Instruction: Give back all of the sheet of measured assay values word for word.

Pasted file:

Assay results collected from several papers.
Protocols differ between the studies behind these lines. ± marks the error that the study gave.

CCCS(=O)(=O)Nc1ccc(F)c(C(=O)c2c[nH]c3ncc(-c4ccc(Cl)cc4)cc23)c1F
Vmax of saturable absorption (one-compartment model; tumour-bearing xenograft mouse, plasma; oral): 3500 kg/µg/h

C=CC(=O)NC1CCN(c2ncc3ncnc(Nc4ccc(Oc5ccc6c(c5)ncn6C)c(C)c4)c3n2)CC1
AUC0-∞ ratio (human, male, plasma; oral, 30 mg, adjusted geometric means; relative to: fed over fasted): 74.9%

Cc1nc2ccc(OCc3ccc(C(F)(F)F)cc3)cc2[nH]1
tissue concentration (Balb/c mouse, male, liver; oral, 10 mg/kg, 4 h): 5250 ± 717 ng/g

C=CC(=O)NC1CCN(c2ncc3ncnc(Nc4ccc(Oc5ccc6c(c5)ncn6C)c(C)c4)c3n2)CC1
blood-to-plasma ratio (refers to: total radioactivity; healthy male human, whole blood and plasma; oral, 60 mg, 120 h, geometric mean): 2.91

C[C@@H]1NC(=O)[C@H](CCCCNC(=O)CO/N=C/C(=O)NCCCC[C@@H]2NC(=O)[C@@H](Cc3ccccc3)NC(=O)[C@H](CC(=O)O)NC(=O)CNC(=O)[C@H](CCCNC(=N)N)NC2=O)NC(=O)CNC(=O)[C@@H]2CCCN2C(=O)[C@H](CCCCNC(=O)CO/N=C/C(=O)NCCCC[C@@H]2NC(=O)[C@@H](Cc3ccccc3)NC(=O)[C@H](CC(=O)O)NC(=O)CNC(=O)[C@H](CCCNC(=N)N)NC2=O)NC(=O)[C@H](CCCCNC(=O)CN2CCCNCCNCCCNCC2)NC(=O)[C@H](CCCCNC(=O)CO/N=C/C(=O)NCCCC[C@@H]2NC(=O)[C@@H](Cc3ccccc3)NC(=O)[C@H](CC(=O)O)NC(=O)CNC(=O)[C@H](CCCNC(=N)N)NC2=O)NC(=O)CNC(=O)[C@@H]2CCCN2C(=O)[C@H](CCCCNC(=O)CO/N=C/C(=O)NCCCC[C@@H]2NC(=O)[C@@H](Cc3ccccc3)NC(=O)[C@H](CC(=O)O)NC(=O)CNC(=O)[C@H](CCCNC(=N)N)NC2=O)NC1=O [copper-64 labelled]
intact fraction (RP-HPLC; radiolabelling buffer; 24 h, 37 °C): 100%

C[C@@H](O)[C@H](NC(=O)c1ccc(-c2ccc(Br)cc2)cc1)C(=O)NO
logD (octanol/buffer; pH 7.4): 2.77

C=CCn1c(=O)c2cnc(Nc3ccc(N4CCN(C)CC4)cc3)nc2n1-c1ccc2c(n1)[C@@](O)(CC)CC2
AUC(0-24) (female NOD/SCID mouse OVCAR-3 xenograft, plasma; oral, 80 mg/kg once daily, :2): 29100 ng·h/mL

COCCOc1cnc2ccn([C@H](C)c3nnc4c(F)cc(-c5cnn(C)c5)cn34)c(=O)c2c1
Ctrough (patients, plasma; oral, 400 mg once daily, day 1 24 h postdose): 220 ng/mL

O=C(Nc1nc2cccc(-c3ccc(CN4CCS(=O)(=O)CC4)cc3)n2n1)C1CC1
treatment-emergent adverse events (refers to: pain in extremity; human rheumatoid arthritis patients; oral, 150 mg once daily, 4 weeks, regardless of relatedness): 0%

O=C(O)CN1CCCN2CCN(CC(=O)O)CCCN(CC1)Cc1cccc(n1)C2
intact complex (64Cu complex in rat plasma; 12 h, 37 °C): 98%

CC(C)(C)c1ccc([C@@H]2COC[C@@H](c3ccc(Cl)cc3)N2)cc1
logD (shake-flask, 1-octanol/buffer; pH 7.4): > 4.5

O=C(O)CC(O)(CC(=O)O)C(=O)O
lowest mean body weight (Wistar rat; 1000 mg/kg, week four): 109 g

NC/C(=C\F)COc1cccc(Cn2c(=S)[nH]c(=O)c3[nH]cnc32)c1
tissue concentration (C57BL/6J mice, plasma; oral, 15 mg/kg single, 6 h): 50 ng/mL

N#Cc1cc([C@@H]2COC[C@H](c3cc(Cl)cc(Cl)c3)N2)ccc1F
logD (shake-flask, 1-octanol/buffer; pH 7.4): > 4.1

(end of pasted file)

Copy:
Assay results collected from several papers.
Protocols differ between the studies behind these lines. ± marks the error that the study gave.

CCCS(=O)(=O)Nc1ccc(F)c(C(=O)c2c[nH]c3ncc(-c4ccc(Cl)cc4)cc23)c1F
Vmax of saturable absorption (one-compartment model; tumour-bearing xenograft mouse, plasma; oral): 3500 kg/µg/h

C=CC(=O)NC1CCN(c2ncc3ncnc(Nc4ccc(Oc5ccc6c(c5)ncn6C)c(C)c4)c3n2)CC1
AUC0-∞ ratio (human, male, plasma; oral, 30 mg, adjusted geometric means; relative to: fed over fasted): 74.9%

Cc1nc2ccc(OCc3ccc(C(F)(F)F)cc3)cc2[nH]1
tissue concentration (Balb/c mouse, male, liver; oral, 10 mg/kg, 4 h): 5250 ± 717 ng/g

C=CC(=O)NC1CCN(c2ncc3ncnc(Nc4ccc(Oc5ccc6c(c5)ncn6C)c(C)c4)c3n2)CC1
blood-to-plasma ratio (refers to: total radioactivity; healthy male human, whole blood and plasma; oral, 60 mg, 120 h, geometric mean): 2.91

C[C@@H]1NC(=O)[C@H](CCCCNC(=O)CO/N=C/C(=O)NCCCC[C@@H]2NC(=O)[C@@H](Cc3ccccc3)NC(=O)[C@H](CC(=O)O)NC(=O)CNC(=O)[C@H](CCCNC(=N)N)NC2=O)NC(=O)CNC(=O)[C@@H]2CCCN2C(=O)[C@H](CCCCNC(=O)CO/N=C/C(=O)NCCCC[C@@H]2NC(=O)[C@@H](Cc3ccccc3)NC(=O)[C@H](CC(=O)O)NC(=O)CNC(=O)[C@H](CCCNC(=N)N)NC2=O)NC(=O)[C@H](CCCCNC(=O)CN2CCCNCCNCCCNCC2)NC(=O)[C@H](CCCCNC(=O)CO/N=C/C(=O)NCCCC[C@@H]2NC(=O)[C@@H](Cc3ccccc3)NC(=O)[C@H](CC(=O)O)NC(=O)CNC(=O)[C@H](CCCNC(=N)N)NC2=O)NC(=O)CNC(=O)[C@@H]2CCCN2C(=O)[C@H](CCCCNC(=O)CO/N=C/C(=O)NCCCC[C@@H]2NC(=O)[C@@H](Cc3ccccc3)NC(=O)[C@H](CC(=O)O)NC(=O)CNC(=O)[C@H](CCCNC(=N)N)NC2=O)NC1=O [copper-64 labelled]
intact fraction (RP-HPLC; radiolabelling buffer; 24 h, 37 °C): 100%

C[C@@H](O)[C@H](NC(=O)c1ccc(-c2ccc(Br)cc2)cc1)C(=O)NO
logD (octanol/buffer; pH 7.4): 2.77

C=CCn1c(=O)c2cnc(Nc3ccc(N4CCN(C)CC4)cc3)nc2n1-c1ccc2c(n1)[C@@](O)(CC)CC2
AUC(0-24) (female NOD/SCID mouse OVCAR-3 xenograft, plasma; oral, 80 mg/kg once daily, :2): 29100 ng·h/mL

COCCOc1cnc2ccn([C@H](C)c3nnc4c(F)cc(-c5cnn(C)c5)cn34)c(=O)c2c1
Ctrough (patients, plasma; oral, 400 mg once daily, day 1 24 h postdose): 220 ng/mL

O=C(Nc1nc2cccc(-c3ccc(CN4CCS(=O)(=O)CC4)cc3)n2n1)C1CC1
treatment-emergent adverse events (refers to: pain in extremity; human rheumatoid arthritis patients; oral, 150 mg once daily, 4 weeks, regardless of relatedness): 0%

O=C(O)CN1CCCN2CCN(CC(=O)O)CCCN(CC1)Cc1cccc(n1)C2
intact complex (64Cu complex in rat plasma; 12 h, 37 °C): 98%

CC(C)(C)c1ccc([C@@H]2COC[C@@H](c3ccc(Cl)cc3)N2)cc1
logD (shake-flask, 1-octanol/buffer; pH 7.4): > 4.5

O=C(O)CC(O)(CC(=O)O)C(=O)O
lowest mean body weight (Wistar rat; 1000 mg/kg, week four): 109 g

NC/C(=C\F)COc1cccc(Cn2c(=S)[nH]c(=O)c3[nH]cnc32)c1
tissue concentration (C57BL/6J mice, plasma; oral, 15 mg/kg single, 6 h): 50 ng/mL

N#Cc1cc([C@@H]2COC[C@H](c3cc(Cl)cc(Cl)c3)N2)ccc1F
logD (shake-flask, 1-octanol/buffer; pH 7.4): > 4.1